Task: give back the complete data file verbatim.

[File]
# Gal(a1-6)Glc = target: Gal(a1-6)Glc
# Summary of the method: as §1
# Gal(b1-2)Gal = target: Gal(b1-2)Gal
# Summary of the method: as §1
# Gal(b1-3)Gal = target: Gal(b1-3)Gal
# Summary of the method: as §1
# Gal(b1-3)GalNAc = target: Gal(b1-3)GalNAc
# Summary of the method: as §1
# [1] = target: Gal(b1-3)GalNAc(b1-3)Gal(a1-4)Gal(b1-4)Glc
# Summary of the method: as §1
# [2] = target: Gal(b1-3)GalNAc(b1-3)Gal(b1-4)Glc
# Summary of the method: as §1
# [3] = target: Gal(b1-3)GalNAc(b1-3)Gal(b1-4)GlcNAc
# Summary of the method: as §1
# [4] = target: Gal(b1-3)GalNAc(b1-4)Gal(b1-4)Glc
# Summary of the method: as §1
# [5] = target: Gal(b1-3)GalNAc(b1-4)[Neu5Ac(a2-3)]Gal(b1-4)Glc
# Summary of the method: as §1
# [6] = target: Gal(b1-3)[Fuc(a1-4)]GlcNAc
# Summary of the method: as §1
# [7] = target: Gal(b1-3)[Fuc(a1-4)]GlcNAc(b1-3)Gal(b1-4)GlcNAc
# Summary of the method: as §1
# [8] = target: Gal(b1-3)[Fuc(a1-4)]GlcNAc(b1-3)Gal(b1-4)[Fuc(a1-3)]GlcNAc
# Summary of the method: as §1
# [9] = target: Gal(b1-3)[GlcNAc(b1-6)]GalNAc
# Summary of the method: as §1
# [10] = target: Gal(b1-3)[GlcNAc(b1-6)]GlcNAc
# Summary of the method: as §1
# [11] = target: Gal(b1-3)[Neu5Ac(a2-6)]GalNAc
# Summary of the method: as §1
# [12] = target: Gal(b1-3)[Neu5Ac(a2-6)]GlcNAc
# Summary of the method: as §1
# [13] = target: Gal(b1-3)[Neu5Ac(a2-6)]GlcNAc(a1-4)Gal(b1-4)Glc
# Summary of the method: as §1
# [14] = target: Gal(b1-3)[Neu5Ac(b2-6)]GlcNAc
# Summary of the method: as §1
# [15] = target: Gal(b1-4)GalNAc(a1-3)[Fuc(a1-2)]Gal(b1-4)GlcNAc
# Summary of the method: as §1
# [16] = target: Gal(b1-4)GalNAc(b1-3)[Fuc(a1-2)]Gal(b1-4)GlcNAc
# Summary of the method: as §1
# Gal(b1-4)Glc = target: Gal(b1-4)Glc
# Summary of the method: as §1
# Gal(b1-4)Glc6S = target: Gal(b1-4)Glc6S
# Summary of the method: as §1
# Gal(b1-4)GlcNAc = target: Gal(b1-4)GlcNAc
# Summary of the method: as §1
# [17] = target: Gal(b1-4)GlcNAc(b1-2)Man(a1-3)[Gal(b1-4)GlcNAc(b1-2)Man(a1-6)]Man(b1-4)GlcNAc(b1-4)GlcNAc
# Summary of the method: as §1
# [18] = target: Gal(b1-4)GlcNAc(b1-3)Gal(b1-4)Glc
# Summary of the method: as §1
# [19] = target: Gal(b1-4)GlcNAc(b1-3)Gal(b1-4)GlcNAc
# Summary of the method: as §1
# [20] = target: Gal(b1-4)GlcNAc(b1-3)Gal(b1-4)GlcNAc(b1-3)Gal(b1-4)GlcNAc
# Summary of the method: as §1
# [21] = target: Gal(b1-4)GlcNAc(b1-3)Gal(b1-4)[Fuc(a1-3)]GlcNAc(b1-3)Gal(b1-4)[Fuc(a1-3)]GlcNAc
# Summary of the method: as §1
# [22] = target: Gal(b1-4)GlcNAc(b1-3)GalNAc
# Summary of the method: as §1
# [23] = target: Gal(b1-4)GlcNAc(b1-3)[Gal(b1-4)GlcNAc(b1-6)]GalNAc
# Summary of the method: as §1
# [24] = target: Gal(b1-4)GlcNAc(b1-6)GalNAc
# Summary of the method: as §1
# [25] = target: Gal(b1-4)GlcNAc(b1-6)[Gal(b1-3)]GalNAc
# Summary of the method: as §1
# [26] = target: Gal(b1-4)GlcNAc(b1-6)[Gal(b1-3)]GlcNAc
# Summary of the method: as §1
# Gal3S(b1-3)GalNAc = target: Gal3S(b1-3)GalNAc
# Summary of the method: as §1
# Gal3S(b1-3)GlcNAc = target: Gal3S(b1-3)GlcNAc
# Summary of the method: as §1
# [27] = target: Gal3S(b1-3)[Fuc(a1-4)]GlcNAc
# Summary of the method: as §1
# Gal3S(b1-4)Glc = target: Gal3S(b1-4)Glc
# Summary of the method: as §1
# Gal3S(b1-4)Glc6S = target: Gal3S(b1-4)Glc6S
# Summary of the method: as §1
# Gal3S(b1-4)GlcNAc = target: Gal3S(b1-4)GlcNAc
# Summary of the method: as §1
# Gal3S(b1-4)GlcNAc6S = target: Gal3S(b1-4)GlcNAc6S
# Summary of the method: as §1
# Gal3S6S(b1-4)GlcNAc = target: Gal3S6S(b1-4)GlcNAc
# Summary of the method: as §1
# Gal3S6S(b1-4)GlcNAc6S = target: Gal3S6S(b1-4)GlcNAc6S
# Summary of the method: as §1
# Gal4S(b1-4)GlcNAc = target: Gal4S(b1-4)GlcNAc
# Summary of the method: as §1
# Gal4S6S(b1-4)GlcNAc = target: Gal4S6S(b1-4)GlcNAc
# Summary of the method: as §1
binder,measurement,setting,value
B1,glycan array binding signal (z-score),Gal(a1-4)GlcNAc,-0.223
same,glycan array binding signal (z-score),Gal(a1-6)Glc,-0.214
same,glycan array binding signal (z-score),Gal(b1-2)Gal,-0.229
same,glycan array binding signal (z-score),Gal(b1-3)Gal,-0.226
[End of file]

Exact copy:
# Gal(a1-6)Glc = target: Gal(a1-6)Glc
# Summary of the method: as §1
# Gal(b1-2)Gal = target: Gal(b1-2)Gal
# Summary of the method: as §1
# Gal(b1-3)Gal = target: Gal(b1-3)Gal
# Summary of the method: as §1
# Gal(b1-3)GalNAc = target: Gal(b1-3)GalNAc
# Summary of the method: as §1
# [1] = target: Gal(b1-3)GalNAc(b1-3)Gal(a1-4)Gal(b1-4)Glc
# Summary of the method: as §1
# [2] = target: Gal(b1-3)GalNAc(b1-3)Gal(b1-4)Glc
# Summary of the method: as §1
# [3] = target: Gal(b1-3)GalNAc(b1-3)Gal(b1-4)GlcNAc
# Summary of the method: as §1
# [4] = target: Gal(b1-3)GalNAc(b1-4)Gal(b1-4)Glc
# Summary of the method: as §1
# [5] = target: Gal(b1-3)GalNAc(b1-4)[Neu5Ac(a2-3)]Gal(b1-4)Glc
# Summary of the method: as §1
# [6] = target: Gal(b1-3)[Fuc(a1-4)]GlcNAc
# Summary of the method: as §1
# [7] = target: Gal(b1-3)[Fuc(a1-4)]GlcNAc(b1-3)Gal(b1-4)GlcNAc
# Summary of the method: as §1
# [8] = target: Gal(b1-3)[Fuc(a1-4)]GlcNAc(b1-3)Gal(b1-4)[Fuc(a1-3)]GlcNAc
# Summary of the method: as §1
# [9] = target: Gal(b1-3)[GlcNAc(b1-6)]GalNAc
# Summary of the method: as §1
# [10] = target: Gal(b1-3)[GlcNAc(b1-6)]GlcNAc
# Summary of the method: as §1
# [11] = target: Gal(b1-3)[Neu5Ac(a2-6)]GalNAc
# Summary of the method: as §1
# [12] = target: Gal(b1-3)[Neu5Ac(a2-6)]GlcNAc
# Summary of the method: as §1
# [13] = target: Gal(b1-3)[Neu5Ac(a2-6)]GlcNAc(a1-4)Gal(b1-4)Glc
# Summary of the method: as §1
# [14] = target: Gal(b1-3)[Neu5Ac(b2-6)]GlcNAc
# Summary of the method: as §1
# [15] = target: Gal(b1-4)GalNAc(a1-3)[Fuc(a1-2)]Gal(b1-4)GlcNAc
# Summary of the method: as §1
# [16] = target: Gal(b1-4)GalNAc(b1-3)[Fuc(a1-2)]Gal(b1-4)GlcNAc
# Summary of the method: as §1
# Gal(b1-4)Glc = target: Gal(b1-4)Glc
# Summary of the method: as §1
# Gal(b1-4)Glc6S = target: Gal(b1-4)Glc6S
# Summary of the method: as §1
# Gal(b1-4)GlcNAc = target: Gal(b1-4)GlcNAc
# Summary of the method: as §1
# [17] = target: Gal(b1-4)GlcNAc(b1-2)Man(a1-3)[Gal(b1-4)GlcNAc(b1-2)Man(a1-6)]Man(b1-4)GlcNAc(b1-4)GlcNAc
# Summary of the method: as §1
# [18] = target: Gal(b1-4)GlcNAc(b1-3)Gal(b1-4)Glc
# Summary of the method: as §1
# [19] = target: Gal(b1-4)GlcNAc(b1-3)Gal(b1-4)GlcNAc
# Summary of the method: as §1
# [20] = target: Gal(b1-4)GlcNAc(b1-3)Gal(b1-4)GlcNAc(b1-3)Gal(b1-4)GlcNAc
# Summary of the method: as §1
# [21] = target: Gal(b1-4)GlcNAc(b1-3)Gal(b1-4)[Fuc(a1-3)]GlcNAc(b1-3)Gal(b1-4)[Fuc(a1-3)]GlcNAc
# Summary of the method: as §1
# [22] = target: Gal(b1-4)GlcNAc(b1-3)GalNAc
# Summary of the method: as §1
# [23] = target: Gal(b1-4)GlcNAc(b1-3)[Gal(b1-4)GlcNAc(b1-6)]GalNAc
# Summary of the method: as §1
# [24] = target: Gal(b1-4)GlcNAc(b1-6)GalNAc
# Summary of the method: as §1
# [25] = target: Gal(b1-4)GlcNAc(b1-6)[Gal(b1-3)]GalNAc
# Summary of the method: as §1
# [26] = target: Gal(b1-4)GlcNAc(b1-6)[Gal(b1-3)]GlcNAc
# Summary of the method: as §1
# Gal3S(b1-3)GalNAc = target: Gal3S(b1-3)GalNAc
# Summary of the method: as §1
# Gal3S(b1-3)GlcNAc = target: Gal3S(b1-3)GlcNAc
# Summary of the method: as §1
# [27] = target: Gal3S(b1-3)[Fuc(a1-4)]GlcNAc
# Summary of the method: as §1
# Gal3S(b1-4)Glc = target: Gal3S(b1-4)Glc
# Summary of the method: as §1
# Gal3S(b1-4)Glc6S = target: Gal3S(b1-4)Glc6S
# Summary of the method: as §1
# Gal3S(b1-4)GlcNAc = target: Gal3S(b1-4)GlcNAc
# Summary of the method: as §1
# Gal3S(b1-4)GlcNAc6S = target: Gal3S(b1-4)GlcNAc6S
# Summary of the method: as §1
# Gal3S6S(b1-4)GlcNAc = target: Gal3S6S(b1-4)GlcNAc
# Summary of the method: as §1
# Gal3S6S(b1-4)GlcNAc6S = target: Gal3S6S(b1-4)GlcNAc6S
# Summary of the method: as §1
# Gal4S(b1-4)GlcNAc = target: Gal4S(b1-4)GlcNAc
# Summary of the method: as §1
# Gal4S6S(b1-4)GlcNAc = target: Gal4S6S(b1-4)GlcNAc
# Summary of the method: as §1
binder,measurement,setting,value
B1,glycan array binding signal (z-score),Gal(a1-4)GlcNAc,-0.223
same,glycan array binding signal (z-score),Gal(a1-6)Glc,-0.214
same,glycan array binding signal (z-score),Gal(b1-2)Gal,-0.229
same,glycan array binding signal (z-score),Gal(b1-3)Gal,-0.226